Suidan Associates The Firm

Markets Globalize, So Should Your Marketing

By Zuhair Suidan and Keith Reynolds

The internet, pervasive communication tools, and air travel have flattened the competitive landscape.  These technologies enable vendors in most any country to compete with you  on your home court.  They also present you with the opportunity to compete globally.

If you choose not to grow globally, you essentially elect to play defense -- protecting your turf against companies who consider the world as their market.  Going global puts you on an even footing with them.  

Doing business overseas poses unique challenges of differing languages, customs, business practices and political systems.  How do today’s managers and entrepreneurs develop a global orientation that is strategic in nature and culturally responsive?

The building blocks for doing business successfully in the United States also apply in global markets. You must think through and understand your customers’ needs, qualify the competition and your own capabilities, and then employ appropriate strategies. You also need quality products and services at competitive prices and effective distribution channels to reach your customers and ultimately, service and support them.

Being aware of and being able to navigate the local "terrain" are essential to your success.

Tips for Success in Foreign Markets

1. Develop a team of qualified locals, Americans and others with specialized knowledge and skills

Look for people who have bridged the cultural, language and business practices gaps between the two environments to guide you. Seek out people who have strong experience in Western business and Americans who have operated successfully in the local market(s) you seek to enter.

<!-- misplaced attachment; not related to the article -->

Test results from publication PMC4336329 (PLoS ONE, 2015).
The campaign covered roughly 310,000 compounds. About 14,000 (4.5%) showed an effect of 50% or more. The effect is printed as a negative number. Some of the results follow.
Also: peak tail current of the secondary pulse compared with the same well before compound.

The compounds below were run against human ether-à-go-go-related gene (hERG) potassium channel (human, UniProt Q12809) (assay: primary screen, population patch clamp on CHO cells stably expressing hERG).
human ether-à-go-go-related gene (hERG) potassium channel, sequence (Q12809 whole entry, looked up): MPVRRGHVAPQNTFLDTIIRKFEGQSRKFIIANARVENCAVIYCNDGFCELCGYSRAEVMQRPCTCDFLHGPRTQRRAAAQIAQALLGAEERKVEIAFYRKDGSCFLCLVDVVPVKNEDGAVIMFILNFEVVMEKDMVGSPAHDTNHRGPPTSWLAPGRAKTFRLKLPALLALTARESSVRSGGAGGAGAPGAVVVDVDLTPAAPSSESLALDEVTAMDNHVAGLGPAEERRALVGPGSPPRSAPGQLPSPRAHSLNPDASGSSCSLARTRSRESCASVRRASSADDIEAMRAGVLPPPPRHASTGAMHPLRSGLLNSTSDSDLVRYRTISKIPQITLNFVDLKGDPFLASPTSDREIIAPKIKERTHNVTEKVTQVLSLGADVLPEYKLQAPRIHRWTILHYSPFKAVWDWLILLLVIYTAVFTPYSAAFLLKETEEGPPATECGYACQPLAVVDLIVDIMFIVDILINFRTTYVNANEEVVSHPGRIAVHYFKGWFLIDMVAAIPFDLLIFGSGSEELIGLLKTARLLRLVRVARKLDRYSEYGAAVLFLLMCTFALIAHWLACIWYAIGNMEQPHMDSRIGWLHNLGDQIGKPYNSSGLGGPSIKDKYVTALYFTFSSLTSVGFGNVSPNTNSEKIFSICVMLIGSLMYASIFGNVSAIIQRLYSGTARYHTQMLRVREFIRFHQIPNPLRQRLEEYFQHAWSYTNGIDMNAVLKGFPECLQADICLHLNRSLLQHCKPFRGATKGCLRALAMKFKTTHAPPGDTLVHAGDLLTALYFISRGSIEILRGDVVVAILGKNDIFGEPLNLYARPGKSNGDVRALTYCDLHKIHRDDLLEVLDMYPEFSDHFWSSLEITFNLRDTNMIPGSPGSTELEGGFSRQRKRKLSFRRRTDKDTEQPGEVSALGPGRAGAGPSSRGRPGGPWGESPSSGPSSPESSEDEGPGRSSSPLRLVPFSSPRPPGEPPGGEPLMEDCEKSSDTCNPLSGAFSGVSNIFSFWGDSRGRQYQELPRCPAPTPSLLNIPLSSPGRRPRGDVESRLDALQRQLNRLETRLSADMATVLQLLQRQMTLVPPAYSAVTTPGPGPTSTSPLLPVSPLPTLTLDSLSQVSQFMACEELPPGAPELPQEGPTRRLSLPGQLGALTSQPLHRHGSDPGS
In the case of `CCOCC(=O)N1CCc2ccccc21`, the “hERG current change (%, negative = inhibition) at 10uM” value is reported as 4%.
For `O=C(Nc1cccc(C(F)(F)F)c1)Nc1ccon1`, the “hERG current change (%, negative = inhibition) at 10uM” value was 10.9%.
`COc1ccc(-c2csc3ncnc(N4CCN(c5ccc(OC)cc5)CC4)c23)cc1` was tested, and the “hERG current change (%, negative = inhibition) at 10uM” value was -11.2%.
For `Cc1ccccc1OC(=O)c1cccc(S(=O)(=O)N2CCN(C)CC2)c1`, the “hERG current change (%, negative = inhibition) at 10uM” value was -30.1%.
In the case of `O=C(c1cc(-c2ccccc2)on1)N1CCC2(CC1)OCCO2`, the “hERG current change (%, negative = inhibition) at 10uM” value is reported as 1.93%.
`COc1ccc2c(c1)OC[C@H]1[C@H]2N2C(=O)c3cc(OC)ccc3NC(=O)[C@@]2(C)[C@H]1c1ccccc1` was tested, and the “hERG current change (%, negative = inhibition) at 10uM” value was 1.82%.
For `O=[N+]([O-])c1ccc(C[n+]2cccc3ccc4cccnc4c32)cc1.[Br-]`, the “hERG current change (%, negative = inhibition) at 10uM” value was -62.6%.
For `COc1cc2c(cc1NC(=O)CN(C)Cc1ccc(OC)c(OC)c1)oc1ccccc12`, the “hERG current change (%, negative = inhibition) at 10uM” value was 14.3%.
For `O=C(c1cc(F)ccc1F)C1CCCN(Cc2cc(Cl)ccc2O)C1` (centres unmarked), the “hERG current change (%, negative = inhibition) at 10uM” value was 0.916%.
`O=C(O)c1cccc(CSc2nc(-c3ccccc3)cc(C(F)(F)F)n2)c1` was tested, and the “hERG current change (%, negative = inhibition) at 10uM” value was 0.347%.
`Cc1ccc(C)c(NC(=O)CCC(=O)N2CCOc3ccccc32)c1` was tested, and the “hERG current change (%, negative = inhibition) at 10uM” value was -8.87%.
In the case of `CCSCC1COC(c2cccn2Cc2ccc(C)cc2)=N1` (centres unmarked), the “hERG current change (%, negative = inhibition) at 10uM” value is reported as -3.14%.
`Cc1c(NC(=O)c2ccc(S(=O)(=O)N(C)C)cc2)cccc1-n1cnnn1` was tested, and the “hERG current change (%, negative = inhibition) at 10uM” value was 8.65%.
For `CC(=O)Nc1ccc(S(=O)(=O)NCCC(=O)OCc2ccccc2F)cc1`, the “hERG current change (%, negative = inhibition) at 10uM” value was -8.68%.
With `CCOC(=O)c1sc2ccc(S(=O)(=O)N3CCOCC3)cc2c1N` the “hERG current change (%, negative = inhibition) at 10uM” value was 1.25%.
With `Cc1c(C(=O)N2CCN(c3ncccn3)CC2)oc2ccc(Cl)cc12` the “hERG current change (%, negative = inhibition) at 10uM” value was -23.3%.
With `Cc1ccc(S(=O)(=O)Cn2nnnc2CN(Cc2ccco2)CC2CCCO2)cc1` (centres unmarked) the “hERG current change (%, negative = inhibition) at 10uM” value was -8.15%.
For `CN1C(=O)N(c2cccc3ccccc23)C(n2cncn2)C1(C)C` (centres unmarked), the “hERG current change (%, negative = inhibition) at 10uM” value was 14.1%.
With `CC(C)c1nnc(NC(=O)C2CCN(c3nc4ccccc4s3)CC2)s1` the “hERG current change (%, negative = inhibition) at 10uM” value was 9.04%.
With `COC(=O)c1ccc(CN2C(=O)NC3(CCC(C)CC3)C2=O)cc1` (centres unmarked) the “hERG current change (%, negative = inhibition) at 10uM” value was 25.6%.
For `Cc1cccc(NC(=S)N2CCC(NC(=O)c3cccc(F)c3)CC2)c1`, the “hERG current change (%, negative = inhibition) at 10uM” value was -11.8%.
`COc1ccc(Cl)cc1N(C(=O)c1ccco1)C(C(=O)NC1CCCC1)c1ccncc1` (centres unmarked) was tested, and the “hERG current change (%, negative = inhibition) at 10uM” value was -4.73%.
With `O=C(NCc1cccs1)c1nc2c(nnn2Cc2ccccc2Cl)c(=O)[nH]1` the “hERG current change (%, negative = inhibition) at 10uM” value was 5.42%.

2. Utilize available resources

Examples of these are the US State Department, the US Department of Commerce, commercial attaches in US embassies, the Chambers of Commerce, and consulting firms.  Establish a network in-country and participate in various local activities. 

3. Cultivate the right mindset - don't think differences -- think similarities

Many businessmen in foreign countries have been educated in the West and most speak English, but your familiarity with the local language will be appreciated.  While customs and religious practices vary, most societies still place great value on family, friendships  and long standing business relationships – many of which go back generations.

4. Prepare for a longer sell cycle

It is said that here in America we first conduct business, then go out for a drink. In the Middle East, you first drink (coffee), then conduct business. In some Asian countries it is good form to go to dinner and clubs in order to build a relationship, prior to doing business.

Zuhair Suidan and Keith Reynolds are teaching “Practical Tools for Strategic Marketing:  The Essential Strategy Workshop for Technology Marketers ™”, November 3-4 and December 15-16.  Details are at


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